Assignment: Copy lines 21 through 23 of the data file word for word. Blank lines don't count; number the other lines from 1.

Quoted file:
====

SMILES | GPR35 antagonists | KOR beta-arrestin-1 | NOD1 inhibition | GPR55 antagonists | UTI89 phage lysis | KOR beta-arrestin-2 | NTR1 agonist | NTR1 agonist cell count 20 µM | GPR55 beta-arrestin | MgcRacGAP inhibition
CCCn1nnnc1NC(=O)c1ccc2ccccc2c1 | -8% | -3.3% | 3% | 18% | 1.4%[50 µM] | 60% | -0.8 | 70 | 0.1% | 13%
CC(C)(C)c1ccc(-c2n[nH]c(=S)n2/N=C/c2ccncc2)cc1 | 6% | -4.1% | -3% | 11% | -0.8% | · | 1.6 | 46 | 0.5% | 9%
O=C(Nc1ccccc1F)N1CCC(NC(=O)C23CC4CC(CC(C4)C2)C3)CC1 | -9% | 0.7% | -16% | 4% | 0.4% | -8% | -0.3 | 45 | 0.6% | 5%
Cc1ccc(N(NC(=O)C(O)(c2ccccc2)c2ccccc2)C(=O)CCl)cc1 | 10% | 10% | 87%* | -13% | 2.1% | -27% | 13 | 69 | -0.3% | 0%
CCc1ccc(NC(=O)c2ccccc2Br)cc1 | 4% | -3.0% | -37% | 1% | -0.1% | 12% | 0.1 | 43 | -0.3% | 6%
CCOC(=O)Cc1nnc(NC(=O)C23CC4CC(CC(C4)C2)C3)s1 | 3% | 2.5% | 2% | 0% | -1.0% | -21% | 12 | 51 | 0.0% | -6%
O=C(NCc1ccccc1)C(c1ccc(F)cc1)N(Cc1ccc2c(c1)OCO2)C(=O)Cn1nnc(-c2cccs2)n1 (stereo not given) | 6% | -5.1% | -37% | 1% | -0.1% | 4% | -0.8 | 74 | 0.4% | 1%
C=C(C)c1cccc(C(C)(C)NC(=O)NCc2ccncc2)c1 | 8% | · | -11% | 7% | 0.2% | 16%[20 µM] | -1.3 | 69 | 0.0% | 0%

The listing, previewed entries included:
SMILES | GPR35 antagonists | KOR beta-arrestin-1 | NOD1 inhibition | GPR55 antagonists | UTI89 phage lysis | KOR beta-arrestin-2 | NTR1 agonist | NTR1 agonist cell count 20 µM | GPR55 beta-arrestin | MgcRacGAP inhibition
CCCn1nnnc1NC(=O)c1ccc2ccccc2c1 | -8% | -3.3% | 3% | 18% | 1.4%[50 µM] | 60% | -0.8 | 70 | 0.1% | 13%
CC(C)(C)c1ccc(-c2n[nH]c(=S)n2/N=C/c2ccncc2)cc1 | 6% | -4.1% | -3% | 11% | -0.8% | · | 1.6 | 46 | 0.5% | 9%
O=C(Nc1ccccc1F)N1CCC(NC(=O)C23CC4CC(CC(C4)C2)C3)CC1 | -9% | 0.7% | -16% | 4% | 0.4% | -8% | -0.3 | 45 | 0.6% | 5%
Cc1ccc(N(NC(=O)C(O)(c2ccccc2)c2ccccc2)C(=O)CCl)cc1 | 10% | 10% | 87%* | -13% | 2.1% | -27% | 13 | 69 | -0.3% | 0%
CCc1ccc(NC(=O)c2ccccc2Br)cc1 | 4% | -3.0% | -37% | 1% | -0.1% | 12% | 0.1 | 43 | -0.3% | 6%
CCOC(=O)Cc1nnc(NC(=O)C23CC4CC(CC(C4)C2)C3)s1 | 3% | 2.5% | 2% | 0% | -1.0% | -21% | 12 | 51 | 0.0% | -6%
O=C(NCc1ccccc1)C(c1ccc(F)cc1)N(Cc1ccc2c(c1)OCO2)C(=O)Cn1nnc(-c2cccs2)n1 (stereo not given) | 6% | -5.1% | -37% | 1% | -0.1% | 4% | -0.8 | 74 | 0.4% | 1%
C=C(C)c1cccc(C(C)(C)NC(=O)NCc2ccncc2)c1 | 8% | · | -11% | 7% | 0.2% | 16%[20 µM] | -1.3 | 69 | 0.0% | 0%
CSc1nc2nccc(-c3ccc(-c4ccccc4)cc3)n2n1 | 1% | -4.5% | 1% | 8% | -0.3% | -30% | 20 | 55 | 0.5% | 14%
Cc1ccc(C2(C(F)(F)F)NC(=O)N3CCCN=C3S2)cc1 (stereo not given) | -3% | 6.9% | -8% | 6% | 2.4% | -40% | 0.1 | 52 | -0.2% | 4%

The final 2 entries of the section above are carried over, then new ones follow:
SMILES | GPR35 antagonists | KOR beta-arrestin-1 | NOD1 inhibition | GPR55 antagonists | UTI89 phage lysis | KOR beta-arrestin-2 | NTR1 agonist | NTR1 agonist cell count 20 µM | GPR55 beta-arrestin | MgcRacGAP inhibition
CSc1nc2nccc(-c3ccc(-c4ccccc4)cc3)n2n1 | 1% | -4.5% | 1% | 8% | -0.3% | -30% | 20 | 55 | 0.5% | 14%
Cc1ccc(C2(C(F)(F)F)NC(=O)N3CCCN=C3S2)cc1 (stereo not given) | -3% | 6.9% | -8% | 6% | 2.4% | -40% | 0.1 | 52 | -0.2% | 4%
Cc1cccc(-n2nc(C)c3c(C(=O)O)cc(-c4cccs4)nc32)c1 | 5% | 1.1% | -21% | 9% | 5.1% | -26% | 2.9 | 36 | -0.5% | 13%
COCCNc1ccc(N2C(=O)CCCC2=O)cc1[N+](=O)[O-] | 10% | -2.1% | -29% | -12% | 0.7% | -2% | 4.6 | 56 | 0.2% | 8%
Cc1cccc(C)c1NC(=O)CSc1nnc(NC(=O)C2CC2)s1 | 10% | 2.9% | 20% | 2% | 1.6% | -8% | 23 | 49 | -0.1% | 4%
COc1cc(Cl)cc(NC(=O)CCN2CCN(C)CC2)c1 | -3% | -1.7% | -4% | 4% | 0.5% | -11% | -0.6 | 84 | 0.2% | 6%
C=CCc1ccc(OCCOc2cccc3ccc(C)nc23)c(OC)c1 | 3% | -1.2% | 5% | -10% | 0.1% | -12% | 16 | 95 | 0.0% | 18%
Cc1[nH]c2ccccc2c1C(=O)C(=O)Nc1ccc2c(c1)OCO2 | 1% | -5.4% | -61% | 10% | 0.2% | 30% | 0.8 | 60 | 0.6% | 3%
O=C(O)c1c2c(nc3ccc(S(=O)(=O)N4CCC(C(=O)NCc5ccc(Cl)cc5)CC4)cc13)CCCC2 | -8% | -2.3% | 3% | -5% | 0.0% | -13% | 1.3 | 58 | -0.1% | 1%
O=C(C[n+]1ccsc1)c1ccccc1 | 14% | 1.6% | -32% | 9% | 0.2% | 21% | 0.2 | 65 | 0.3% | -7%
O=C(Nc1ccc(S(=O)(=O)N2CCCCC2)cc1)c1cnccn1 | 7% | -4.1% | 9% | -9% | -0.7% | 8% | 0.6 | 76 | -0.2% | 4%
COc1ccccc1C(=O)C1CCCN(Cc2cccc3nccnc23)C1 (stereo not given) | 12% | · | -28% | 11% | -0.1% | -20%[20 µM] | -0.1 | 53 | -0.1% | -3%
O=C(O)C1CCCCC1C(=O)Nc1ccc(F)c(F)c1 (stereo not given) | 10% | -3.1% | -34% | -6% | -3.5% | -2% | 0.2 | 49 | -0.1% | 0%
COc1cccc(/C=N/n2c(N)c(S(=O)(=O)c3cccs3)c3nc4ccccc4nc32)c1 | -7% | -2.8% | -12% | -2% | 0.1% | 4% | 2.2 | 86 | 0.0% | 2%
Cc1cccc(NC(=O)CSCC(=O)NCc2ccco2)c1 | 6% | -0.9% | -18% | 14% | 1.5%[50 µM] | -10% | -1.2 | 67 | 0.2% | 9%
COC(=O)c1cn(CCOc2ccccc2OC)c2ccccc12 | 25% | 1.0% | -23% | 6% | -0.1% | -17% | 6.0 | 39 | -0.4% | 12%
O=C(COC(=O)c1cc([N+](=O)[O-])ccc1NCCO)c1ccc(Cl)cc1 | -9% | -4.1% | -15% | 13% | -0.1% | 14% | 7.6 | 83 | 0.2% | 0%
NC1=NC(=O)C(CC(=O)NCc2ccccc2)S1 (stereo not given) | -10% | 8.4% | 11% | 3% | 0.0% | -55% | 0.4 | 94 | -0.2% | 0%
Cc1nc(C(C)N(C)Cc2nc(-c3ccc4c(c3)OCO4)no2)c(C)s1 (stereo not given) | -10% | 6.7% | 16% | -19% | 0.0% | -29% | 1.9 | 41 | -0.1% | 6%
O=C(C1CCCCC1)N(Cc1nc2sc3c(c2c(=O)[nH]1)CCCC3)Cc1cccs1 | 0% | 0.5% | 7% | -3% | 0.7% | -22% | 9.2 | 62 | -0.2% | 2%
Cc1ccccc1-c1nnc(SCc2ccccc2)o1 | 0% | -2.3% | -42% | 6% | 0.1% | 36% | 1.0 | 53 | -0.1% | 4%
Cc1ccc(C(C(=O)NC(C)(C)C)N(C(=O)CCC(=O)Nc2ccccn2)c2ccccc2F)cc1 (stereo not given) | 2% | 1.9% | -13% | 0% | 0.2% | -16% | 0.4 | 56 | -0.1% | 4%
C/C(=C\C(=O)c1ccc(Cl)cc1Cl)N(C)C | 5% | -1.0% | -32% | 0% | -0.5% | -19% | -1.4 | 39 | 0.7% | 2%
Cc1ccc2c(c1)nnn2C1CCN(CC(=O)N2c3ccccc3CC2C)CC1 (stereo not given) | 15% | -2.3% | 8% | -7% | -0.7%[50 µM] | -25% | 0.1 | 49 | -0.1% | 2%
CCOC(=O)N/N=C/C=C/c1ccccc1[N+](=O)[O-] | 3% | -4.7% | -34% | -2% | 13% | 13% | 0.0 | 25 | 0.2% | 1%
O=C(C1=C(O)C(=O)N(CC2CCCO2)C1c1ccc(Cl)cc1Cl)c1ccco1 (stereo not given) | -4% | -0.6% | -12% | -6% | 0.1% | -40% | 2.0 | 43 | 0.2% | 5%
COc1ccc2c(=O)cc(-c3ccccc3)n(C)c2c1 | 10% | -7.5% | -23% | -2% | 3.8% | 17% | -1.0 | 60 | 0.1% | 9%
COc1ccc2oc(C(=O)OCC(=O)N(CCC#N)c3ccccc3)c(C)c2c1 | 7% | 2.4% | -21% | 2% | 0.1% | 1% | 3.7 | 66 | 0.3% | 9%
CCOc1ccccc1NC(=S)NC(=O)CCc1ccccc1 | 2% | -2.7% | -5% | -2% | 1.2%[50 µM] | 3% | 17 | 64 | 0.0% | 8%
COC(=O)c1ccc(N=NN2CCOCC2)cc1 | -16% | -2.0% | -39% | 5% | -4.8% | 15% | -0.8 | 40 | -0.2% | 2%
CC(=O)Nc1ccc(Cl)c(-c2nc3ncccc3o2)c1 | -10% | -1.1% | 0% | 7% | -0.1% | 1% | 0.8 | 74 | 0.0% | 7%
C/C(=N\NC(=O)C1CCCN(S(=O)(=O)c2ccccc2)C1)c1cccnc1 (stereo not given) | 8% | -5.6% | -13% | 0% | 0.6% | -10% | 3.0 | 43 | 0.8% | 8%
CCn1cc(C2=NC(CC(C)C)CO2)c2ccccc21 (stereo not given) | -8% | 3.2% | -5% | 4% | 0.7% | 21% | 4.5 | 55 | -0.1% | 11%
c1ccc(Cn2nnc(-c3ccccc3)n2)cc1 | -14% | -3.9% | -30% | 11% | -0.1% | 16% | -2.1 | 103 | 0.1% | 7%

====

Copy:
Cc1ccc(C2(C(F)(F)F)NC(=O)N3CCCN=C3S2)cc1 (stereo not given) | -3% | 6.9% | -8% | 6% | 2.4% | -40% | 0.1 | 52 | -0.2% | 4%

The final 2 entries of the section above are carried over, then new ones follow:
SMILES | GPR35 antagonists | KOR beta-arrestin-1 | NOD1 inhibition | GPR55 antagonists | UTI89 phage lysis | KOR beta-arrestin-2 | NTR1 agonist | NTR1 agonist cell count 20 µM | GPR55 beta-arrestin | MgcRacGAP inhibition